Appropriately support staff to facilitate visits including written processes and procedures.

Respond truthfully to COVID-19 screening questions asked by the home's staff and to sign the checklist / visitor.

Treat all visitors with respect and courtesy, and to provide clear instructions about the visiting policy.

Treat all staff with respect and courtesy, and to follow their instructions on the visitor policy.

Proactive communication with residents and families where an outbreak occurs, and the impact on the visiting policy.

Follow visiting requirements including, infection and prevention control measures such as washing hands, use of visiting windows, remaining designated areas and social distancing requirements – as directed by the care home staff – and that failure to do so may affect the future ability to visit.

 

The Trust will have the right to change and adapt this policy in line with Government guidance at any time.

Visitors have the right to express their concerns through the Amica Care Trust complaints and concerns policy.

The Trust will not accept liability for any illnesses the visitor may contract following a visit to its services including COVID-19 as a global pandemic.

Amica Care Trust services will request that visitors complete the questionnaire and give consent provided by the services and this is a true and honest reflection.

Each of the Trust’s service will keep a visitor log in line with the Track and trace initiative.  

 

 

 

Document Date:         23 December 2020   

Document Owner:      Operations    

Approved By:             Chief Executive Officer 

Date Approved:          29 December 2020   

Review Date:              15 March 2021

 

Testing for COVID-19

The Government has released its lasted guidance for care home testing of employees, residents, visitors and visiting professionals.

Employees and Residents:

Employees will continue to be tested for coronavirus twice every week, while residents will receive a test every 28 days to prevent the spread of coronavirus in social care.

All visitors and various categories of visiting professionals, will now be tested on each visit to the care home via a Lateral Flow Device (LFD)Test.

The new testing strategy comes following the latest advice from SAGE and new evidence from the Vivaldi 1 study indicating a higher prevalence in care homes, and therefore a case for frequent testing in care homes, their staff and visitors, and various categories of visiting professionals.

Employees:

  1. Care home staff will be given a coronavirus tests twice every week. One LFD test on the same day as the PCR test, ideally at the beginning of a shift followed by an additional LFD test 4-5 days later.  
  2. If any staff test positive, they will need to undertake a confirmatory PCR and then self-isolate at home immediately until they receive their result.
  3. Any employee returning to work after a period of leave, absence due to illness or have worked within another setting, will be required to undertake an LFD test at the beginning of their shift.
  4. Repeat testing will be initially prioritised for care homes primarily looking after over 65s or those living with dementia before being rolled out to all adult care homes.
  5. The Government’s Vivaldi 1 care home study highlights the importance of regular staff testing while there is a higher prevalence in care homes.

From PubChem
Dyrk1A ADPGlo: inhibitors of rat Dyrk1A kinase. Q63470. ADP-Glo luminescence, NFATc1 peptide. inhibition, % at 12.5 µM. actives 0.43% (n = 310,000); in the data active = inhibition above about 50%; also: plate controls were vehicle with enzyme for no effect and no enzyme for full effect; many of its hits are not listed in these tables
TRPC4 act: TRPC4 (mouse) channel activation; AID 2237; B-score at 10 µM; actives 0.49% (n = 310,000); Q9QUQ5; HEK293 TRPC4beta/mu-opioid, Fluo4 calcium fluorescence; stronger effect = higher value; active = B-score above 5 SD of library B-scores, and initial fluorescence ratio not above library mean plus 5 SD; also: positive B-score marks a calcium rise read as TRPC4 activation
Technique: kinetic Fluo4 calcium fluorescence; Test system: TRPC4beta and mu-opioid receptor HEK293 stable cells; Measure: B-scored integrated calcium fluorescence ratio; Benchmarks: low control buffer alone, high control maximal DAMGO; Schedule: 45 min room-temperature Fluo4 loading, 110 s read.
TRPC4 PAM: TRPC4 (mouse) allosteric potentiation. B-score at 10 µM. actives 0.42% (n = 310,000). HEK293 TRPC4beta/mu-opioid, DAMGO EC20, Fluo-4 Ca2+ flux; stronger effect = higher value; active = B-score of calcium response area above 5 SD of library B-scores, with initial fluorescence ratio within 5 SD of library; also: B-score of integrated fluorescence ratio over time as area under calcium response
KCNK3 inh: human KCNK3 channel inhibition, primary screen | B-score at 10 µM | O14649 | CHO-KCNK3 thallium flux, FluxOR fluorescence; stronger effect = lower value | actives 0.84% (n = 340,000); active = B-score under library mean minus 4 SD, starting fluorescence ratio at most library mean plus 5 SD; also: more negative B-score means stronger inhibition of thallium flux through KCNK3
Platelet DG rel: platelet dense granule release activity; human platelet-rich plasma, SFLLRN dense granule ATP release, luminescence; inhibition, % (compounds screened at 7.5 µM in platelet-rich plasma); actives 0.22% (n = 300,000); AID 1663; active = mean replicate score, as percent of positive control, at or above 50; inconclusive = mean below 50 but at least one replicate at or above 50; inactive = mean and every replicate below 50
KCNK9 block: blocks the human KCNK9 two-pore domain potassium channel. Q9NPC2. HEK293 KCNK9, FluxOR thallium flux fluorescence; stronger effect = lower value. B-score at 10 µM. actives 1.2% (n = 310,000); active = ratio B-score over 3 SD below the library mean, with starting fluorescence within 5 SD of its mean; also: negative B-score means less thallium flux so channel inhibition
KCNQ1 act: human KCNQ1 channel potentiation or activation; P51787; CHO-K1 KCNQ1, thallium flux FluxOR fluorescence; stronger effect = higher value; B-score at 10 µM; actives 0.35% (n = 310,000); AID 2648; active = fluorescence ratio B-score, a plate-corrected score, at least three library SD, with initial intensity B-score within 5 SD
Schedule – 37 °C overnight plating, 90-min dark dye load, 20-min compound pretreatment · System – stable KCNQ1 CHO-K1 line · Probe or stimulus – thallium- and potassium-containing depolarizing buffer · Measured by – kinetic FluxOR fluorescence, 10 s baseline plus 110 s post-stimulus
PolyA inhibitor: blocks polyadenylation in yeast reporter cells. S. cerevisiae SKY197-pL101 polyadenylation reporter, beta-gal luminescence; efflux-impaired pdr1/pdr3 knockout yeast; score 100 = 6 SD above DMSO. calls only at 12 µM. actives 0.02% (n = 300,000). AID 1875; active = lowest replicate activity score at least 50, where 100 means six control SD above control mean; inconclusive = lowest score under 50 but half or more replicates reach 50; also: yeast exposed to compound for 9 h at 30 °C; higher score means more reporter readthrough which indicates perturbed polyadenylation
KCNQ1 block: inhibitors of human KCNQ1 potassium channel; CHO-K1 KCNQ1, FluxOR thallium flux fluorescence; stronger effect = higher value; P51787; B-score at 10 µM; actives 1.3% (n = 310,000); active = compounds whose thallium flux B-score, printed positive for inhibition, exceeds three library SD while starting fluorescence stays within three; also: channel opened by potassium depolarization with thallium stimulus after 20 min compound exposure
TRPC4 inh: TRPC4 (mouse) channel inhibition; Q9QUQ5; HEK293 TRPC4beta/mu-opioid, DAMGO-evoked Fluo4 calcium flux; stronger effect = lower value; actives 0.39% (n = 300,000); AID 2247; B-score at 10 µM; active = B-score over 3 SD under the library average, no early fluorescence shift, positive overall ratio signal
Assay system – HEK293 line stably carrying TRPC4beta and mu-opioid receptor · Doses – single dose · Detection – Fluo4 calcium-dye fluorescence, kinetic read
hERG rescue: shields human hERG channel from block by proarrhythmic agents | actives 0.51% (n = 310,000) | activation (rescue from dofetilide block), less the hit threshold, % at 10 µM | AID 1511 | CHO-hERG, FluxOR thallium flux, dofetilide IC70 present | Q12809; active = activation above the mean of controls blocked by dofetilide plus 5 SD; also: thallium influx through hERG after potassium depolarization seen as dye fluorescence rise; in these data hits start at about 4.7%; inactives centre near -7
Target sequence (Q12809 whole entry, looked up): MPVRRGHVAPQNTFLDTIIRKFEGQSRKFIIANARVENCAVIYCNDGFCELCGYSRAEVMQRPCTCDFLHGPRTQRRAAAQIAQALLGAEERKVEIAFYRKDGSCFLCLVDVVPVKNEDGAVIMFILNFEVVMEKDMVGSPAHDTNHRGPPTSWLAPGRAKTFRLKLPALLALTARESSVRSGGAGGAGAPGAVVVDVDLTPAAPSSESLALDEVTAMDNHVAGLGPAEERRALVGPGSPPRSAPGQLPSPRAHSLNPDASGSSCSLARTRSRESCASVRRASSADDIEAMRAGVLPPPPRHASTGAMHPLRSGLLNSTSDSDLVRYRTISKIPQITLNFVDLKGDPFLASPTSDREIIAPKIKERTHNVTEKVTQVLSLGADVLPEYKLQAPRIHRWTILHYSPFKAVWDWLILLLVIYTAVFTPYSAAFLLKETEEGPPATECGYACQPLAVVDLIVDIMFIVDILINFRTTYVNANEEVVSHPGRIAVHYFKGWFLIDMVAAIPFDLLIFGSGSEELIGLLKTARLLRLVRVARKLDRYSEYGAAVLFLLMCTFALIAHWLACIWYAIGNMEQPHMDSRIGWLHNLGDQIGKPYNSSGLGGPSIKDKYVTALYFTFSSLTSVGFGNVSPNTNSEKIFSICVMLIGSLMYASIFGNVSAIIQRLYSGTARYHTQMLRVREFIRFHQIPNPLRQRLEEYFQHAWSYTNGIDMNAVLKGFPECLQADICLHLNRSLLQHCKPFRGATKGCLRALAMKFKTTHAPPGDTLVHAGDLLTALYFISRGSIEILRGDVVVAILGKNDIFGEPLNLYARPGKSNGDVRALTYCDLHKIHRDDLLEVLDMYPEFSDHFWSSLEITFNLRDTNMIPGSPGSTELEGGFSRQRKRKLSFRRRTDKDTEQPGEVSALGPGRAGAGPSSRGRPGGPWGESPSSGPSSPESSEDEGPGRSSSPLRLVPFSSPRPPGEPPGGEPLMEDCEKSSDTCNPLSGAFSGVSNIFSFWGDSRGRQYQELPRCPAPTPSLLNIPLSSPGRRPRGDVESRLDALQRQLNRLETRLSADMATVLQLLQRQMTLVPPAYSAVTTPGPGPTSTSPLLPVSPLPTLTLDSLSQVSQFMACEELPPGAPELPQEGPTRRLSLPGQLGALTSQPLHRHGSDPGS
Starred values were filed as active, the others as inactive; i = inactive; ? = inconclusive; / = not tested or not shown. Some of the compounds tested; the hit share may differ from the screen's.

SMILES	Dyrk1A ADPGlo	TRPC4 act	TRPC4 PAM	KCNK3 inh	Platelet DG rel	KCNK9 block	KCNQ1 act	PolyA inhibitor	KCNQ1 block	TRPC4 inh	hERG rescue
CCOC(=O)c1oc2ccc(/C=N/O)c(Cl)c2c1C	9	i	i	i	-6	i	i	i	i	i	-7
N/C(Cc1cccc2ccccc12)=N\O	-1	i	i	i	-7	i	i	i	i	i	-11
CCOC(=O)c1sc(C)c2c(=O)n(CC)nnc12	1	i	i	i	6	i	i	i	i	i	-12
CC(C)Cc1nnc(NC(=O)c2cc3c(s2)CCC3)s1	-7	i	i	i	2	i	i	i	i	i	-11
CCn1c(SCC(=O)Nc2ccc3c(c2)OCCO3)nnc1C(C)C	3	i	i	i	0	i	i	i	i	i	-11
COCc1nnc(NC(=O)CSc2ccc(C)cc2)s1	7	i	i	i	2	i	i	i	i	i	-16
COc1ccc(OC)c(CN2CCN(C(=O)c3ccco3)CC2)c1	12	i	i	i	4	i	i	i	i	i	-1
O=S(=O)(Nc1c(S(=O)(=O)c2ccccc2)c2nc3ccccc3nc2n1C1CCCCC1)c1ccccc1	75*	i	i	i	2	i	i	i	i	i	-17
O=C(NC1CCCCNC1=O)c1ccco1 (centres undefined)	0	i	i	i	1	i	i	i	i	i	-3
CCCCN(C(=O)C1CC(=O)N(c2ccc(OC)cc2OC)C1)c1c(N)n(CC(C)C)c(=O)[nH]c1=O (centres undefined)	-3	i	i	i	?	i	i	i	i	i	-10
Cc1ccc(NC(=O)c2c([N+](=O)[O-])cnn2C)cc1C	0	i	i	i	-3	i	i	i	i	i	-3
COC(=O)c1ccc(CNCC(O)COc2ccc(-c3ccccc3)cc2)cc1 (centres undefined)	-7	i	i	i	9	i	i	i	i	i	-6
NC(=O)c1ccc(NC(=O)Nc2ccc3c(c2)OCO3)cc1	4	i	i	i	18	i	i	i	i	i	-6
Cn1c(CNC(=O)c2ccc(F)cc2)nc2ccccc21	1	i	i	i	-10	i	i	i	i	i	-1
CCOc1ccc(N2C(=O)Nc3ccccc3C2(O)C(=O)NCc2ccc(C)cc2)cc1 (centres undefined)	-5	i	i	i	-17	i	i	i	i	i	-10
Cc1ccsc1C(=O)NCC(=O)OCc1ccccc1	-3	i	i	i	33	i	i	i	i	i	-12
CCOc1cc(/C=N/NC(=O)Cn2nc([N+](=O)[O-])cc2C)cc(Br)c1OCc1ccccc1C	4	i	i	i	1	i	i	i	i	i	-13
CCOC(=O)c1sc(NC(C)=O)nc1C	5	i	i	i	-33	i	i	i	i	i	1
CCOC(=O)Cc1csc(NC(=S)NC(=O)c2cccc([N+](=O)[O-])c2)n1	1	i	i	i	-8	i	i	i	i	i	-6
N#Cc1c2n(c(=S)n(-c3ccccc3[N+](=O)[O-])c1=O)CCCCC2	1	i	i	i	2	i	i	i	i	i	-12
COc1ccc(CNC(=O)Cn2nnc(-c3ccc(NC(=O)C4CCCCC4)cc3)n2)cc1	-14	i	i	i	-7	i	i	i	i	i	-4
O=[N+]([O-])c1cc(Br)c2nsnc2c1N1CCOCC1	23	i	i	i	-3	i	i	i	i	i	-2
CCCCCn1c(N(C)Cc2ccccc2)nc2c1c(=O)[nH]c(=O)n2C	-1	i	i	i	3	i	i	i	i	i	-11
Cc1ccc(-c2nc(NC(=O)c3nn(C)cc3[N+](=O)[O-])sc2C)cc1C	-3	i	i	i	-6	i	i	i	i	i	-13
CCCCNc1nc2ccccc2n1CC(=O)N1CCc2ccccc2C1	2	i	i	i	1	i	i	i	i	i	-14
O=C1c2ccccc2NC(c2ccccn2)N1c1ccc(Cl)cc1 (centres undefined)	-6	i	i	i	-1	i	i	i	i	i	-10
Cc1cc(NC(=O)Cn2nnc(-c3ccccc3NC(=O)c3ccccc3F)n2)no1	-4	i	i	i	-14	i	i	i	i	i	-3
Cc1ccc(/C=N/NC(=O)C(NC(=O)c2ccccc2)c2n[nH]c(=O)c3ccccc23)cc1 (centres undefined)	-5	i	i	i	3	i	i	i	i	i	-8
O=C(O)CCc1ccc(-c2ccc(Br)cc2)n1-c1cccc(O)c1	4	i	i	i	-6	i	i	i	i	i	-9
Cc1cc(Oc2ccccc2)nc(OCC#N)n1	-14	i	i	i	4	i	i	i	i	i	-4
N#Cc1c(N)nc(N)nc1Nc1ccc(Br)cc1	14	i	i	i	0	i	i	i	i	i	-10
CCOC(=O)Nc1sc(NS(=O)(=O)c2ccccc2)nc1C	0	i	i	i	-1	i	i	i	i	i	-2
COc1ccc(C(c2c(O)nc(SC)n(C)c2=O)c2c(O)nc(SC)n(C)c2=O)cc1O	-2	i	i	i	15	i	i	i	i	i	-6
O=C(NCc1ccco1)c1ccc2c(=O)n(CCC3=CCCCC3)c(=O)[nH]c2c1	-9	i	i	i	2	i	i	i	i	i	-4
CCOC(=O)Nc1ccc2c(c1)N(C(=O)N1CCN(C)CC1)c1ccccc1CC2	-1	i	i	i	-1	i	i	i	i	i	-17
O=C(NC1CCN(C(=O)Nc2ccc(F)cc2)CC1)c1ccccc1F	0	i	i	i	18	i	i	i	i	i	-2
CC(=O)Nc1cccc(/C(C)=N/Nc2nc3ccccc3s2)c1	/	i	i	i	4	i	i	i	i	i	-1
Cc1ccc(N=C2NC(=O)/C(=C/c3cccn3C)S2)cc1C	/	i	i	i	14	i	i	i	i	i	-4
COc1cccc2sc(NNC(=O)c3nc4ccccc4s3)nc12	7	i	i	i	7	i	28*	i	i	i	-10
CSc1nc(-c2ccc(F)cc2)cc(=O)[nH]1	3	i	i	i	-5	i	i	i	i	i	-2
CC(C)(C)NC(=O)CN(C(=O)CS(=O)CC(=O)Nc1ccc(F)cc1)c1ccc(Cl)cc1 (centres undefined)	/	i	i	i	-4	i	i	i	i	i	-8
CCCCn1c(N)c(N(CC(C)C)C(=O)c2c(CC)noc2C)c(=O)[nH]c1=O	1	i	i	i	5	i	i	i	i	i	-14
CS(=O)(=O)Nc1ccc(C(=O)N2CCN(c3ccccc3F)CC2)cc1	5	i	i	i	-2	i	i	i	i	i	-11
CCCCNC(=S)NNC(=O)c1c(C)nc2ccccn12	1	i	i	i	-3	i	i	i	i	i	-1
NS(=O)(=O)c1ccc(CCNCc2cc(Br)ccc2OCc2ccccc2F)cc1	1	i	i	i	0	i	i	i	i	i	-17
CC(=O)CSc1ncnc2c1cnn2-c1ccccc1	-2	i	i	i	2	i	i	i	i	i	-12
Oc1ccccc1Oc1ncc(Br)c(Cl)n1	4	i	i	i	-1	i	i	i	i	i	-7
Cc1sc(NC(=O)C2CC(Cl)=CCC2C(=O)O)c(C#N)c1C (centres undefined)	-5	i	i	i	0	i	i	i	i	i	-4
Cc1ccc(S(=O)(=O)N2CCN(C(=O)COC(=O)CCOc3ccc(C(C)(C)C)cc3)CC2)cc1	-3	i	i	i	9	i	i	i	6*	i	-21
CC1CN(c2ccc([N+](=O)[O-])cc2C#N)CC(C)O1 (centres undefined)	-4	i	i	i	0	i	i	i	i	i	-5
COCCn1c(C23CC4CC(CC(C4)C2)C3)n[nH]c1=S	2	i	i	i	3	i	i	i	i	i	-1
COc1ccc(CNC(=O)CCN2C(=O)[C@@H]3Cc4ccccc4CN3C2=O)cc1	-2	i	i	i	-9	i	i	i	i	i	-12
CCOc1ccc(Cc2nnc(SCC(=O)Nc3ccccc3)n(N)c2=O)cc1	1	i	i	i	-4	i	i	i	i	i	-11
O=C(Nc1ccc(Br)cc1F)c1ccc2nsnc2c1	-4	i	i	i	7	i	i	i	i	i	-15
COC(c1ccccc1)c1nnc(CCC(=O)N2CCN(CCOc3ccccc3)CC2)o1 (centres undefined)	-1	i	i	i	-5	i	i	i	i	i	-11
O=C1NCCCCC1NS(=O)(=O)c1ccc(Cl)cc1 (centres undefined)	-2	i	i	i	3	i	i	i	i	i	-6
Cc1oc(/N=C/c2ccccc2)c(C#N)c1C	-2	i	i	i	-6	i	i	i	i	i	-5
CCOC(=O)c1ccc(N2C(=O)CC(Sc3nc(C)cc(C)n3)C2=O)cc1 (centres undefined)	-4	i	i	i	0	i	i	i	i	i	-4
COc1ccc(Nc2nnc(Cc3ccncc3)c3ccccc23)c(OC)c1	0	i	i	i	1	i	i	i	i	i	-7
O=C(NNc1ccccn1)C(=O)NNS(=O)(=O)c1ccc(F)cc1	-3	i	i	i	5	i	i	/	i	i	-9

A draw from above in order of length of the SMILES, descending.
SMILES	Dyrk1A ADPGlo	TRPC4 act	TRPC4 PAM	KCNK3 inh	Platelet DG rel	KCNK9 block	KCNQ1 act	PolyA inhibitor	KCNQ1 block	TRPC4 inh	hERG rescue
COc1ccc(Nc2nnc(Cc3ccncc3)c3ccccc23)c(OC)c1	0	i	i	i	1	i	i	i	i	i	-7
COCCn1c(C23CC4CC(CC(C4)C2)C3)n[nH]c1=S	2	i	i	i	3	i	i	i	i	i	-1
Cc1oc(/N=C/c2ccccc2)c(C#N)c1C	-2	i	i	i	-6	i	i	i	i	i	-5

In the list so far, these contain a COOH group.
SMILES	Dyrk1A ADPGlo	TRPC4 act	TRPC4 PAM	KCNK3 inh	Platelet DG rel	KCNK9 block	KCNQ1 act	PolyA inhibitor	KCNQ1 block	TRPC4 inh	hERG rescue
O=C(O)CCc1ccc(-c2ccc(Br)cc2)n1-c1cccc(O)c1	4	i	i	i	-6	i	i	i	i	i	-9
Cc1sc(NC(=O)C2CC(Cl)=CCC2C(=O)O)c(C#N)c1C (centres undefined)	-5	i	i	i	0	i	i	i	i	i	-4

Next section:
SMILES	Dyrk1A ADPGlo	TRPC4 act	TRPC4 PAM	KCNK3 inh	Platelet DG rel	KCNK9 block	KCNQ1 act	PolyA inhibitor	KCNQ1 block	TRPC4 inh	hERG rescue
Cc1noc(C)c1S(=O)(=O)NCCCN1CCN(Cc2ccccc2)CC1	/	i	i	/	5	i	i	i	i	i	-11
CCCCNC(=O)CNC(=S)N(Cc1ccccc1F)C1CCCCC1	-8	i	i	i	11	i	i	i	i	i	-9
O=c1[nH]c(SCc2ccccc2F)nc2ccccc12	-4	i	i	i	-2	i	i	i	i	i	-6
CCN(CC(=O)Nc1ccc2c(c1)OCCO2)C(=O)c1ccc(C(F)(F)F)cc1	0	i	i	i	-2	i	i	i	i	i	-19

6. Tier 4 testing: If there are any positive cases, PCR or LFD, found in a tier 4 care home, staff should also:
  7. Undertake daily LFD testing of all staff for 7 days
  8. If any staff test positive, they will need to undertake a confirmatory PCR and then self-isolate at home immediately until they receive their result (This only needs to happen the first time you have a confirmed positive via PCR test -this is a one-off to help identify all asymptomatic cases, and you will not need to repeat this again if you later get another positive PCR result in the home.)
  9. This additional 7-day testing should be in addition to any outbreak testing that may be necessary from local Health Protection Teams.

An area in the home will be allocated for testing and, if staff are attending work on their day off, they will be paid. It may be that the Trust need staff to extend their shift times so that they can be tested before the commencement of their shifts.

Process:

  1. Staff will attend to complete their tests on the days allocated by the home manager.
  2. Staff will be given a consent form for completion prior to the test.
  3. Staff will register their attendance and collect their test kits.
  4. Staff will then proceed to the testing area, guidance on how to administer the tests will be available.
  5. Antibacterial wipes will be available staff are to wipe down the seat including any arms of the chairs before and after the tests.
  6. Staff will have access to PPE, hand washing facilities, a mirror (for throat swabbing) and tissues in this area.
  7. Once the tests are completed, staff will need to follow the instructions given by the home manager.

Employees who wish to have support administering their tests will be able to book a slot with an allocated member of staff provided by the home manager.  Bookings for these slots will be available with the management of the home to ensure someone is available to support with the testing. 

If staff have any concerns in relation to the required testing, they are to see their home manager in the first instance. 

For more information on testing staff can visit the Government website: https://www.gov.uk/guidance/coronavirus-covid-19-getting-tested#care-home

Residents: